Skip to main content

Insights by Cathay

Millennials reshape Valentine’s Day shopping trends

The statistics from 2019 show that Valentine’s Day trends are heading in opposite directions.

As Millennials begin to surpass Baby Boomers as the United States’ largest adult population, sentiments and spending habits are changing as well — perfectly illustrated by the traditional February holiday. In 2019, the number of Americans who planned to celebrate Valentine’s Day dropped to 51%, but those who said they do celebrate actually spent more (at $162 per person). Overall spending for the holiday was projected to eclipse $20 billion for the first time last year.

Millennials tend to do things differently, and that change in attitudes is reshaping Valentine’s Day shopping trends.

 

The heart of it all

Celebrated on February 14, Valentine’s Day (also referred to as St. Valentine’s Day) is historically a salute to love all around the world. The Christian feast day was established around 500 A.D., though there are conflicting stories about three saints named Valentine or Valentinus for whom the feast day was named.

As a way to acknowledge and celebrate the holiday, the first commercialized exchange of valentines occurred in the 18th century in England. Spending has only increased since.

 

Valentine’s Day consumer insights

The amount of money spent on Valentine’s Day might still be increasing, but individual participation appears to be waning. Those who choose not to celebrate said they found the holiday over-commercialized, did not have a partner to celebrate with, or were simply disinterested.

According to the National Retail Federation, adult consumers are showing less enthusiasm for the holiday than they did a decade ago. In 2009, 72% of consumers aged 18 to 34 and 65% of adults aged 35 to 54 celebrated Valentine’s Day. Ten years later, only around half of the surveyed adults across all age groups planned festivities.

One might think these Valentine’s Day trends stem from Millennials’ inclination to delay major life decisions compared to previous generations. Millennials are staying single longer, and they are getting married later in life. In 1965, the median age of first marriages was just under 21 for women. Today, that number exceeds 27. Men have also been waiting longer, going from a median age of 22.8 in 1965 to 29.8 in 2018.

However, older generations are actually the least likely to celebrate Valentine’s Day. According to the NRF, the 55-plus age group was consistently less likely to celebrate the holiday when compared to 18- to 34-year-olds and 35- to 54-year-olds.

How much do we spend on Valentine’s Day? Overall, Millennials spend an average of $161 on their partners, with 15% of younger Millennials expecting to spend more than $500. In comparison, Generation X consumers spend about $270, while Baby Boomers spend only about $150.

 

New Valentine’s Day trends

With fewer people celebrating Valentine’s Day, there has to be a reason for the increase in spending around the holiday. Truthfully, Valentine’s Day is not just for lovers. Many younger consumers who are not participating in Valentine’s Day are still choosing to mark the occasion one way or another.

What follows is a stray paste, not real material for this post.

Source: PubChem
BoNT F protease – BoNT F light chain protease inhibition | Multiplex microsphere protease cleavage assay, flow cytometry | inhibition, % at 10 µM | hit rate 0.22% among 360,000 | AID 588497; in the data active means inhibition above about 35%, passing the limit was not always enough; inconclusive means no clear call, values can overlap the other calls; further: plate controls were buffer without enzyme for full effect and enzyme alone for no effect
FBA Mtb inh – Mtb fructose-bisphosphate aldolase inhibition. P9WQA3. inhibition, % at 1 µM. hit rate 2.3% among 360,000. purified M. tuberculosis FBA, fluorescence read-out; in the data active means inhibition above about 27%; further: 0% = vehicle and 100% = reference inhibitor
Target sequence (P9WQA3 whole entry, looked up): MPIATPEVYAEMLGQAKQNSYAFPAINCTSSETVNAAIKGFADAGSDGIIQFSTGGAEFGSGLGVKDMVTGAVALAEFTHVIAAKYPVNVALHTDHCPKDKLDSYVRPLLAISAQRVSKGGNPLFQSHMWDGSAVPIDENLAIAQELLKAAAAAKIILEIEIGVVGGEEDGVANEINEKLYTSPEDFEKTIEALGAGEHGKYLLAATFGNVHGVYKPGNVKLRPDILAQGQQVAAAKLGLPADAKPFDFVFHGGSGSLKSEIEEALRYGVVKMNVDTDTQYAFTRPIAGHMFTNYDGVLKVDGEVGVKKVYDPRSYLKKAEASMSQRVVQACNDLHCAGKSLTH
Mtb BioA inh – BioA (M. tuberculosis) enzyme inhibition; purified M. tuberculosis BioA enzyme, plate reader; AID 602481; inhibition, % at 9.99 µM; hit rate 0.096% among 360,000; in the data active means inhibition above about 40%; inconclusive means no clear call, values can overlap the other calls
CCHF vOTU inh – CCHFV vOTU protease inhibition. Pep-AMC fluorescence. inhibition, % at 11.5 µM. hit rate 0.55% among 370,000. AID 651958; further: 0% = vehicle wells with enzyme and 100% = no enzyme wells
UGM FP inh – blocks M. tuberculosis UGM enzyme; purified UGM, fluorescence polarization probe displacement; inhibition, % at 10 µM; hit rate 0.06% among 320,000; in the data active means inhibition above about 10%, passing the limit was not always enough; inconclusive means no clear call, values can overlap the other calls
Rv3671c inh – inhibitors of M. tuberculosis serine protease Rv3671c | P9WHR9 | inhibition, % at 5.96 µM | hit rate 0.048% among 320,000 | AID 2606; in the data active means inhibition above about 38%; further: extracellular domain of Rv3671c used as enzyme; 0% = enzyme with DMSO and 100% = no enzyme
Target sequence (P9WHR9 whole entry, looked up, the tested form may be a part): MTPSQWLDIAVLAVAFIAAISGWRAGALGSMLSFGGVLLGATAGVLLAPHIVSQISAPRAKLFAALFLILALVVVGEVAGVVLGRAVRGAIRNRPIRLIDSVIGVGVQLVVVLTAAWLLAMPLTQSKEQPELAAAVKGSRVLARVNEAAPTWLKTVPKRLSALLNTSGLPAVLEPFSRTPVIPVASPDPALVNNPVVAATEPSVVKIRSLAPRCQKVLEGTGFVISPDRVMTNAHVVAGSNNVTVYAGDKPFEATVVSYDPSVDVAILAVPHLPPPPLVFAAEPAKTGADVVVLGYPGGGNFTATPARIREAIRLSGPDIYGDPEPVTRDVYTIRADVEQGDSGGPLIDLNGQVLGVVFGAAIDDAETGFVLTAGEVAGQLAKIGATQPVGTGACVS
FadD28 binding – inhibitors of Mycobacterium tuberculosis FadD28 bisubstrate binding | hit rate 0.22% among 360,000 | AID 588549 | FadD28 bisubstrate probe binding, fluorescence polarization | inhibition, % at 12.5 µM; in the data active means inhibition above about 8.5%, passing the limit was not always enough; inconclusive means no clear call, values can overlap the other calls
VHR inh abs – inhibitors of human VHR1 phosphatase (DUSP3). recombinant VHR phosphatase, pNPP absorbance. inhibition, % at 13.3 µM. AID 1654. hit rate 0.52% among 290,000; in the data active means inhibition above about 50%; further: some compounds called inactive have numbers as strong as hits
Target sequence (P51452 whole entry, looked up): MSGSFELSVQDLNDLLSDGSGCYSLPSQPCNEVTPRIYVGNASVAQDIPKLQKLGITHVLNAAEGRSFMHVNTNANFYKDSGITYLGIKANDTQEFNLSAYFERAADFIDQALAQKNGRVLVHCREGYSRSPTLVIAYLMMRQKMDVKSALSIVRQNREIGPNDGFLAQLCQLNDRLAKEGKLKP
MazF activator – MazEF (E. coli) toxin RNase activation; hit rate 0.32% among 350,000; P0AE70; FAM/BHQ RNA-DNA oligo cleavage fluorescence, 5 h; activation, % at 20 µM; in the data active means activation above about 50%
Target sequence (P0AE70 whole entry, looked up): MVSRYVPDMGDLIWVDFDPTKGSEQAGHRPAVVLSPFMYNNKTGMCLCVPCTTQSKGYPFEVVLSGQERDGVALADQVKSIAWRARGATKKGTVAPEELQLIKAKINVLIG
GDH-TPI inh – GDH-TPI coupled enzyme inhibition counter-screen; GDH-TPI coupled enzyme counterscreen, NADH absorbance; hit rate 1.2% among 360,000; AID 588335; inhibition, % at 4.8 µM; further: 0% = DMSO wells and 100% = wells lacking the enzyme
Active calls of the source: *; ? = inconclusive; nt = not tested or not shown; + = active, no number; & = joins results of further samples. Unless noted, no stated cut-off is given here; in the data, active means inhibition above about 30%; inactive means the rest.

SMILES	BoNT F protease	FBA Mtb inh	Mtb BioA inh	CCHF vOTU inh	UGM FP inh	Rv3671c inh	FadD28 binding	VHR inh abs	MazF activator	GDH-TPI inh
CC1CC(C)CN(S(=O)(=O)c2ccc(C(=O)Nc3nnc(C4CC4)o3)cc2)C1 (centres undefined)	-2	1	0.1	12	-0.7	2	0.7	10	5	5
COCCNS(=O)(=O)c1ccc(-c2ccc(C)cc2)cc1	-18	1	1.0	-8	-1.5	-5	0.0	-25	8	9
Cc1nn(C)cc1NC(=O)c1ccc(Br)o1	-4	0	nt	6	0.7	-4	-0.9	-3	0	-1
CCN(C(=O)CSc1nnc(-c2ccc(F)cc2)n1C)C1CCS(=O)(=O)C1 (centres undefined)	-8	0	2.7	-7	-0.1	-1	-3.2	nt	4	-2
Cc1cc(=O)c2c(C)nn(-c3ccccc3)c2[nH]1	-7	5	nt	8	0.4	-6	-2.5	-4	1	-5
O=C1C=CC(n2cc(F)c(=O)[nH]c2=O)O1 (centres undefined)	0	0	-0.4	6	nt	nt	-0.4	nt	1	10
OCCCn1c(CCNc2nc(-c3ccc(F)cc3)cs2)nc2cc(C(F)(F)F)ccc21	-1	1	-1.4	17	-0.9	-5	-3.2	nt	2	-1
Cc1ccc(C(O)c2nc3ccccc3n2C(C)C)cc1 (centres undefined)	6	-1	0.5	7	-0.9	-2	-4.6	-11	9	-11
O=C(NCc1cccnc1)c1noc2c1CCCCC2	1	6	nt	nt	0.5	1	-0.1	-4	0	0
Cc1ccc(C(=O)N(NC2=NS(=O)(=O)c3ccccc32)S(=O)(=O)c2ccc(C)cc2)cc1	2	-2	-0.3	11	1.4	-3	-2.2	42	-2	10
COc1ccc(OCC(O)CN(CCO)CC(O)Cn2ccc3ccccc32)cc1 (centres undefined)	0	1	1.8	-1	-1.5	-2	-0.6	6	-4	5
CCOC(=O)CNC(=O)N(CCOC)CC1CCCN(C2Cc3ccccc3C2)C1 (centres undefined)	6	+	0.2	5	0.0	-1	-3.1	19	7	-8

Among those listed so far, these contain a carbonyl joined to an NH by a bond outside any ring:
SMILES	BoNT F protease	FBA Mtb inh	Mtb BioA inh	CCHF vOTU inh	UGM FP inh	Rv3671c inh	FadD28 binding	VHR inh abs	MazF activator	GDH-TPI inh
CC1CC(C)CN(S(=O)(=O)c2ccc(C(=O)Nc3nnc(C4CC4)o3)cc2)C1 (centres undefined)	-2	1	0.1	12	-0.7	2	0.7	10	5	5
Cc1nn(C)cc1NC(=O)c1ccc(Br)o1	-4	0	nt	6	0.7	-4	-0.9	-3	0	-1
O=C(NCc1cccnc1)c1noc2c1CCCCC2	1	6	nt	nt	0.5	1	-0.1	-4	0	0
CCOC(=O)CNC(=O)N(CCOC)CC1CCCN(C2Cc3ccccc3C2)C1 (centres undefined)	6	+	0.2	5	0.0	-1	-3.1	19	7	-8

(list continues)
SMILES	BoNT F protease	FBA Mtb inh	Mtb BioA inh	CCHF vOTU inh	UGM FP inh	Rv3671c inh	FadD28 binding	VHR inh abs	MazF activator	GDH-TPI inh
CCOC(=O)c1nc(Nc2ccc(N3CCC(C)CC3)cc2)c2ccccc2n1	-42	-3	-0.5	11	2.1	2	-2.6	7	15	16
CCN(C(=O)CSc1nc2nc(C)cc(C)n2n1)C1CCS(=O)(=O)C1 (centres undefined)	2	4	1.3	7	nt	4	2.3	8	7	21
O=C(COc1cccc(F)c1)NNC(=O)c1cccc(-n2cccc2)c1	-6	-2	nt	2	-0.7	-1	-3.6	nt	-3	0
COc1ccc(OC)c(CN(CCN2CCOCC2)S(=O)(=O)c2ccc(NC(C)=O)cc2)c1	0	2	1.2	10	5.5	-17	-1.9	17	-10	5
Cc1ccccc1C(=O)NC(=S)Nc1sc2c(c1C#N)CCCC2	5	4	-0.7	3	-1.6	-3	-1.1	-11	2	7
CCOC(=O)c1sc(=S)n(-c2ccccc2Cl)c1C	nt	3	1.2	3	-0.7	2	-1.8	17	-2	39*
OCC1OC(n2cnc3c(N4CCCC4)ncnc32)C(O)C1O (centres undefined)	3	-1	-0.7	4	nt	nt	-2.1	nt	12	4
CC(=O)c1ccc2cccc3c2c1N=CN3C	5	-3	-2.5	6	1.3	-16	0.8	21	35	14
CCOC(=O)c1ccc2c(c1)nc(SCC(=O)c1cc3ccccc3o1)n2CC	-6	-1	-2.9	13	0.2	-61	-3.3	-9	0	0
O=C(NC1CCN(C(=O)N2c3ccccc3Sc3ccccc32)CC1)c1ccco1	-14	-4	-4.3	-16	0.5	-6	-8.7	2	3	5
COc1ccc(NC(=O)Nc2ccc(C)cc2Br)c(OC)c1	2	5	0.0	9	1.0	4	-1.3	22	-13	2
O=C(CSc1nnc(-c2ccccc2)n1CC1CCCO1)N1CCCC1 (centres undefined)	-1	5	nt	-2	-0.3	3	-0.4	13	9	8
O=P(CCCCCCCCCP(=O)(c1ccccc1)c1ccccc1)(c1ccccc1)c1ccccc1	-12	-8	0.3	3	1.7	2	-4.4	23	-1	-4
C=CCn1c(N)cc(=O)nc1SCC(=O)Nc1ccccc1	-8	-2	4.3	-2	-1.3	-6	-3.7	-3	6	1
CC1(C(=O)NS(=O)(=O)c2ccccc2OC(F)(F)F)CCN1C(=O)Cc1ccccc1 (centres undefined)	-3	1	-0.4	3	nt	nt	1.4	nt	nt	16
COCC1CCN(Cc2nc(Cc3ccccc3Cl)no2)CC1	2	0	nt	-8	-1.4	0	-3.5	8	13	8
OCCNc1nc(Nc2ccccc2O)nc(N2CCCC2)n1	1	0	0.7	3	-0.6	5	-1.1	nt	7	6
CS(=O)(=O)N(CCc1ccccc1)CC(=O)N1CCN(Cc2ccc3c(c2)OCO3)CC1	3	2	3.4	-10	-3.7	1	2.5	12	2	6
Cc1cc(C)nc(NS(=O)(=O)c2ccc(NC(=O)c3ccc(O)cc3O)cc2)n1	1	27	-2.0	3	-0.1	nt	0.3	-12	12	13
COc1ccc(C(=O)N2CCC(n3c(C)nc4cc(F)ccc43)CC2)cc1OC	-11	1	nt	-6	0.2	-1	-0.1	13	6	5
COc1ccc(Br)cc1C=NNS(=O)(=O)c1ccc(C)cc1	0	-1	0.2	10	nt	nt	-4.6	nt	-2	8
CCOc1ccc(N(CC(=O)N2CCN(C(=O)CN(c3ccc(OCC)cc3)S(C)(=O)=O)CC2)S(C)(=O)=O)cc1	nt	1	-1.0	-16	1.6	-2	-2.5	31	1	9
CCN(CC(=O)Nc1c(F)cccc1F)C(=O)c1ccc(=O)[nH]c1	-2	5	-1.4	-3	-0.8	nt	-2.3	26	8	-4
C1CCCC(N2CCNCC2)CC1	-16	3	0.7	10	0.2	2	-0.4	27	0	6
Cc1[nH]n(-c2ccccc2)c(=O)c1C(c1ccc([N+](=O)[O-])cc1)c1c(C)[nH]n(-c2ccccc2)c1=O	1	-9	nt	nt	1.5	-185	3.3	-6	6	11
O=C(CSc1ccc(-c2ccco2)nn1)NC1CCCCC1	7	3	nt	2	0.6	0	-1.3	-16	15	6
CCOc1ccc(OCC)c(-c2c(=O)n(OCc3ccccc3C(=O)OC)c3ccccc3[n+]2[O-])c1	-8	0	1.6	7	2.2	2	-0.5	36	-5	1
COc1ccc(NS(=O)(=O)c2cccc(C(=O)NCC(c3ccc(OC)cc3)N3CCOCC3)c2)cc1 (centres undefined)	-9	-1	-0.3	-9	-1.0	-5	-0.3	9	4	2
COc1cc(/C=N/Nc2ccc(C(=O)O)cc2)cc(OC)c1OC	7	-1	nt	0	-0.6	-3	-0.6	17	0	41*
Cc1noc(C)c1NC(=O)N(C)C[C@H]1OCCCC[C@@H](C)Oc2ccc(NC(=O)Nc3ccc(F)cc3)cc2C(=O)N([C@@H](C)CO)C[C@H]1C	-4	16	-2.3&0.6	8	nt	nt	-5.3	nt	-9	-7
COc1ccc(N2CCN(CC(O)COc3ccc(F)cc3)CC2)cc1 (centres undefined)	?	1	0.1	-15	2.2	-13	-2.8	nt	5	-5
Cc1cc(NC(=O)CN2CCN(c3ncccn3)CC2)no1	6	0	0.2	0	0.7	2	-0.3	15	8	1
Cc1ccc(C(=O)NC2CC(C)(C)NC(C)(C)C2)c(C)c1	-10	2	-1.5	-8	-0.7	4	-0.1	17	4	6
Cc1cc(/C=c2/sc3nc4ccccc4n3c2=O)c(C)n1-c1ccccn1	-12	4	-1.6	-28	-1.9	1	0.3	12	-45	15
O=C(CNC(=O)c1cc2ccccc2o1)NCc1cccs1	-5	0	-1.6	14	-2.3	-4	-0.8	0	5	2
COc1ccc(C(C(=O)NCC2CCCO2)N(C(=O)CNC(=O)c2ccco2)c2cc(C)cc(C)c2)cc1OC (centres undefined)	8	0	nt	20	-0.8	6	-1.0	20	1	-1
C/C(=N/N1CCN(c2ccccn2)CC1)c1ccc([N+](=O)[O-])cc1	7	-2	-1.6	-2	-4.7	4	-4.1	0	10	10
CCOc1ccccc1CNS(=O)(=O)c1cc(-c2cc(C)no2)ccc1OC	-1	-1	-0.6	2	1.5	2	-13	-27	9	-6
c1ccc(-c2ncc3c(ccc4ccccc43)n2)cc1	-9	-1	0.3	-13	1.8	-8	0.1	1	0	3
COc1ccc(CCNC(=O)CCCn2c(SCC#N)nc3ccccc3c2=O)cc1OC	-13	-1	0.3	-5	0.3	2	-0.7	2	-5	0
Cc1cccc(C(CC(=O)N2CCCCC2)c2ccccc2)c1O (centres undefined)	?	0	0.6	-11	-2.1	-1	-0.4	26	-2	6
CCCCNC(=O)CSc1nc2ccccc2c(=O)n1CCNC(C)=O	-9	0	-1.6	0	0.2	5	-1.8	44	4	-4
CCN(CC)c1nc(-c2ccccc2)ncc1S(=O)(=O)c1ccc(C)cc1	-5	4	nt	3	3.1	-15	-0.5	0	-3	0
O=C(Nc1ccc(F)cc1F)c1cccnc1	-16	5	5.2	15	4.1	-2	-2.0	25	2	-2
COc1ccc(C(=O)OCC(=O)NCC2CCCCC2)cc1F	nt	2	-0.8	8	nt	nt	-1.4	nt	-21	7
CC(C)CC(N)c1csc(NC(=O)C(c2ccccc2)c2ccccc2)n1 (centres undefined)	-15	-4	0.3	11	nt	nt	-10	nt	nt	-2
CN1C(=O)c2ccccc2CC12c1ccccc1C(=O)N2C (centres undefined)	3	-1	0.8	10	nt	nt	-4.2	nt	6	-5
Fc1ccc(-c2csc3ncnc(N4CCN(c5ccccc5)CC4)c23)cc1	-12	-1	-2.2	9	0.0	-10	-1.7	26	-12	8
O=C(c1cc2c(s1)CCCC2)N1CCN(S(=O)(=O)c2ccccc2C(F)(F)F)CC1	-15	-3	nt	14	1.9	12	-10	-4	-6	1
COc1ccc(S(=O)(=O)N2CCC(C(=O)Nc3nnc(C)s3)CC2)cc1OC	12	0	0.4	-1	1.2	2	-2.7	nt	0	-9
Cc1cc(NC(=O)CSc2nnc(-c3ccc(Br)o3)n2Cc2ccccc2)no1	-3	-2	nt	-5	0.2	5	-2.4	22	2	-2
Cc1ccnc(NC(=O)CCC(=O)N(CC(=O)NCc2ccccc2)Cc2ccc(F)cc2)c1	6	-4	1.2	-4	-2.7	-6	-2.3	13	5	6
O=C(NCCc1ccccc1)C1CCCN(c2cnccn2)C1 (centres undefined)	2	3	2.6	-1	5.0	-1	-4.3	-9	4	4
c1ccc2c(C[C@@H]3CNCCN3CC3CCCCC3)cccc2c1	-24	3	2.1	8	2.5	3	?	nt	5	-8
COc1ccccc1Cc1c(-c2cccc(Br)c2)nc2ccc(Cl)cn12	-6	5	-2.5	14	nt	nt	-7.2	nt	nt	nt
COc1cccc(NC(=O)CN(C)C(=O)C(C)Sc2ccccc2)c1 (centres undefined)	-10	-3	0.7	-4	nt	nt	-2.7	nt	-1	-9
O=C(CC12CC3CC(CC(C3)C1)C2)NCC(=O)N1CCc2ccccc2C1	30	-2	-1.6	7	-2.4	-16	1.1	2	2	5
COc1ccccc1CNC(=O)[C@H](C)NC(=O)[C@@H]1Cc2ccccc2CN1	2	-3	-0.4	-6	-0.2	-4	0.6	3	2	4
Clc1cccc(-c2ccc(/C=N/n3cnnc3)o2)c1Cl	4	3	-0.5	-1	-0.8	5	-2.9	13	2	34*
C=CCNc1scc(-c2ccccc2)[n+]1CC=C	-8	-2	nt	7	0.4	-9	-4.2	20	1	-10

Below are some of the Valentine’s Day shopping trends that are gaining popularity:

  1. Gifts for pets: According to the American Pet Products Association, Millennials make up more than one-third of all pet owners. Valentine’s Day has become a reason for them to splurge on their furry family members. Gifts for four-legged friends surpassed $885 million in 2019, according to the NRF. More than a quarter of consumers under the age of 35 buy Valentine’s Day gifts for their pets, and they spend more than older generations. Retailers and subscription services like PetSmart and BarkBox promote Valentine’s Day gifts, and Amazon offers gift guides for pets and owners alike.
  2. Galentine’s Day: Millennials see friendships as a one of the stabilizing factors in a changing world. The popular television show “Parks and Recreation” originally introduced consumers to the idea of Galentine’s Day, which centers on the concept of celebrating female friendships with gifts. In recent years, however, Galentine’s Day has hit the mainstream, with social media sites and online retailers directing consumers to goods that celebrate and empower women.
  3. Anti-Valentine’s Day: Some consumers are not fans of the in-your-face romanticism of Valentine’s Day, and they are going against the grain. Many bars and restaurants offer Anti-Valentine’s Day promotions, while other groups of friends will throw parties with music and food to celebrate singlehood. Approximately one-third of those under the age of 35 who choose not to celebrate the holiday opt to indulge in “me time,” whether that means giving themselves a gift or splurging on a day at the spa.
  4. Experiential gifts: For younger consumers who do celebrate Valentine’s Day, experience and adventure tend to be more appealing gift options than the traditional flowers, candy, and greeting cards route. A romantic getaway or concert tickets allow for quality time and make gifts more unique and memorable.

 

Love to all

Even though only slightly more than half of Americans say they celebrate Valentine’s Day now, the holiday is still lucrative. Valentine’s Day is no longer just about romance with a significant other. It is quickly becoming an opportunity for consumers to showcase their affection for all people — and pets — in their lives. And businesses will be the ones feeling the love.

 

This article does not constitute legal, accounting, or other professional advice. Although the information contained herein is intended to be accurate, Cathay Bank does not assume liability for loss or damage due to reliance on such information.

Share This Article:

Share